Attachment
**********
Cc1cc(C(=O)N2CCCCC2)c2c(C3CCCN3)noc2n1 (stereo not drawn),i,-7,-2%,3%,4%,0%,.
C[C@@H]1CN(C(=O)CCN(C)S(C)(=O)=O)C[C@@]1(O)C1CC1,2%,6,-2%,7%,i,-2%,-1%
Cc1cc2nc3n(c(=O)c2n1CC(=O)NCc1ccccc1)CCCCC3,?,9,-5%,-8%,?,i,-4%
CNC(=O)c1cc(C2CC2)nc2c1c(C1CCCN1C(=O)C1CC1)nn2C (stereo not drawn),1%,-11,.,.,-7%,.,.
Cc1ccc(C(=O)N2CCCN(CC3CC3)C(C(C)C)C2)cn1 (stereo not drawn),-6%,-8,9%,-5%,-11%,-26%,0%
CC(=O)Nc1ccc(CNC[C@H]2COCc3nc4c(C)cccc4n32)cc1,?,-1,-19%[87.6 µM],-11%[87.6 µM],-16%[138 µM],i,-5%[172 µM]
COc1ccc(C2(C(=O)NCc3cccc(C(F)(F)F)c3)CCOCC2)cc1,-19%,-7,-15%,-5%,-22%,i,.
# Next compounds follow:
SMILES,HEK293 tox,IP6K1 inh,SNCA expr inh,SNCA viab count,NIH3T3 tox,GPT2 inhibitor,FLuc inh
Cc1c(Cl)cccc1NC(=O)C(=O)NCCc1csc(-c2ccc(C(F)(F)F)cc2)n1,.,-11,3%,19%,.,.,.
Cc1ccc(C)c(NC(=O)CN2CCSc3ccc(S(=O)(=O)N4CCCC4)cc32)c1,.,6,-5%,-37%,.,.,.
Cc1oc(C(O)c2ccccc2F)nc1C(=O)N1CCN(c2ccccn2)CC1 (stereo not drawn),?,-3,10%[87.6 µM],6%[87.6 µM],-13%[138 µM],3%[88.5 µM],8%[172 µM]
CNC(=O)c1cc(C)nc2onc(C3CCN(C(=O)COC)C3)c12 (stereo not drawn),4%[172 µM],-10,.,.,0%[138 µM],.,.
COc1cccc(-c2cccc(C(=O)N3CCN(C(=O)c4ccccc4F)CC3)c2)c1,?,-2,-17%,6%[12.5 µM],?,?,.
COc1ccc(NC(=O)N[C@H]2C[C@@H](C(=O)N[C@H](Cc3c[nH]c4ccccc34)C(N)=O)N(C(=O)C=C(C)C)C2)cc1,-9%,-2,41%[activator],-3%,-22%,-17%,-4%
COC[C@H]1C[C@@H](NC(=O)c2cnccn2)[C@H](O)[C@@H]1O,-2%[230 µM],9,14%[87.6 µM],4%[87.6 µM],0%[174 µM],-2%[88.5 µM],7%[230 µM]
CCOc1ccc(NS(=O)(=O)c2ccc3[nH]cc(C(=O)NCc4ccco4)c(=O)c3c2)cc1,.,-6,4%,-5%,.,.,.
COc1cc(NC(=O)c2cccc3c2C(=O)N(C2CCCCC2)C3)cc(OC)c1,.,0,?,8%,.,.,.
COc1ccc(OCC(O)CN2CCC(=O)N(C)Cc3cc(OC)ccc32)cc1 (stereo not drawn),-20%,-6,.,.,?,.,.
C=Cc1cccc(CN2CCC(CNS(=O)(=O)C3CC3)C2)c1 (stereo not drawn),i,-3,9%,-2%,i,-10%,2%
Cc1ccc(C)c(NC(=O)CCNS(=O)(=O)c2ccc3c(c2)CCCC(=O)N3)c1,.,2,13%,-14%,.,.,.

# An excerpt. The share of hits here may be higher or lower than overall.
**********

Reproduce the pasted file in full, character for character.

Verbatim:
Cc1cc(C(=O)N2CCCCC2)c2c(C3CCCN3)noc2n1 (stereo not drawn),i,-7,-2%,3%,4%,0%,.
C[C@@H]1CN(C(=O)CCN(C)S(C)(=O)=O)C[C@@]1(O)C1CC1,2%,6,-2%,7%,i,-2%,-1%
Cc1cc2nc3n(c(=O)c2n1CC(=O)NCc1ccccc1)CCCCC3,?,9,-5%,-8%,?,i,-4%
CNC(=O)c1cc(C2CC2)nc2c1c(C1CCCN1C(=O)C1CC1)nn2C (stereo not drawn),1%,-11,.,.,-7%,.,.
Cc1ccc(C(=O)N2CCCN(CC3CC3)C(C(C)C)C2)cn1 (stereo not drawn),-6%,-8,9%,-5%,-11%,-26%,0%
CC(=O)Nc1ccc(CNC[C@H]2COCc3nc4c(C)cccc4n32)cc1,?,-1,-19%[87.6 µM],-11%[87.6 µM],-16%[138 µM],i,-5%[172 µM]
COc1ccc(C2(C(=O)NCc3cccc(C(F)(F)F)c3)CCOCC2)cc1,-19%,-7,-15%,-5%,-22%,i,.
# Next compounds follow:
SMILES,HEK293 tox,IP6K1 inh,SNCA expr inh,SNCA viab count,NIH3T3 tox,GPT2 inhibitor,FLuc inh
Cc1c(Cl)cccc1NC(=O)C(=O)NCCc1csc(-c2ccc(C(F)(F)F)cc2)n1,.,-11,3%,19%,.,.,.
Cc1ccc(C)c(NC(=O)CN2CCSc3ccc(S(=O)(=O)N4CCCC4)cc32)c1,.,6,-5%,-37%,.,.,.
Cc1oc(C(O)c2ccccc2F)nc1C(=O)N1CCN(c2ccccn2)CC1 (stereo not drawn),?,-3,10%[87.6 µM],6%[87.6 µM],-13%[138 µM],3%[88.5 µM],8%[172 µM]
CNC(=O)c1cc(C)nc2onc(C3CCN(C(=O)COC)C3)c12 (stereo not drawn),4%[172 µM],-10,.,.,0%[138 µM],.,.
COc1cccc(-c2cccc(C(=O)N3CCN(C(=O)c4ccccc4F)CC3)c2)c1,?,-2,-17%,6%[12.5 µM],?,?,.
COc1ccc(NC(=O)N[C@H]2C[C@@H](C(=O)N[C@H](Cc3c[nH]c4ccccc34)C(N)=O)N(C(=O)C=C(C)C)C2)cc1,-9%,-2,41%[activator],-3%,-22%,-17%,-4%
COC[C@H]1C[C@@H](NC(=O)c2cnccn2)[C@H](O)[C@@H]1O,-2%[230 µM],9,14%[87.6 µM],4%[87.6 µM],0%[174 µM],-2%[88.5 µM],7%[230 µM]
CCOc1ccc(NS(=O)(=O)c2ccc3[nH]cc(C(=O)NCc4ccco4)c(=O)c3c2)cc1,.,-6,4%,-5%,.,.,.
COc1cc(NC(=O)c2cccc3c2C(=O)N(C2CCCCC2)C3)cc(OC)c1,.,0,?,8%,.,.,.
COc1ccc(OCC(O)CN2CCC(=O)N(C)Cc3cc(OC)ccc32)cc1 (stereo not drawn),-20%,-6,.,.,?,.,.
C=Cc1cccc(CN2CCC(CNS(=O)(=O)C3CC3)C2)c1 (stereo not drawn),i,-3,9%,-2%,i,-10%,2%
Cc1ccc(C)c(NC(=O)CCNS(=O)(=O)c2ccc3c(c2)CCCC(=O)N3)c1,.,2,13%,-14%,.,.,.

# An excerpt. The share of hits here may be higher or lower than overall.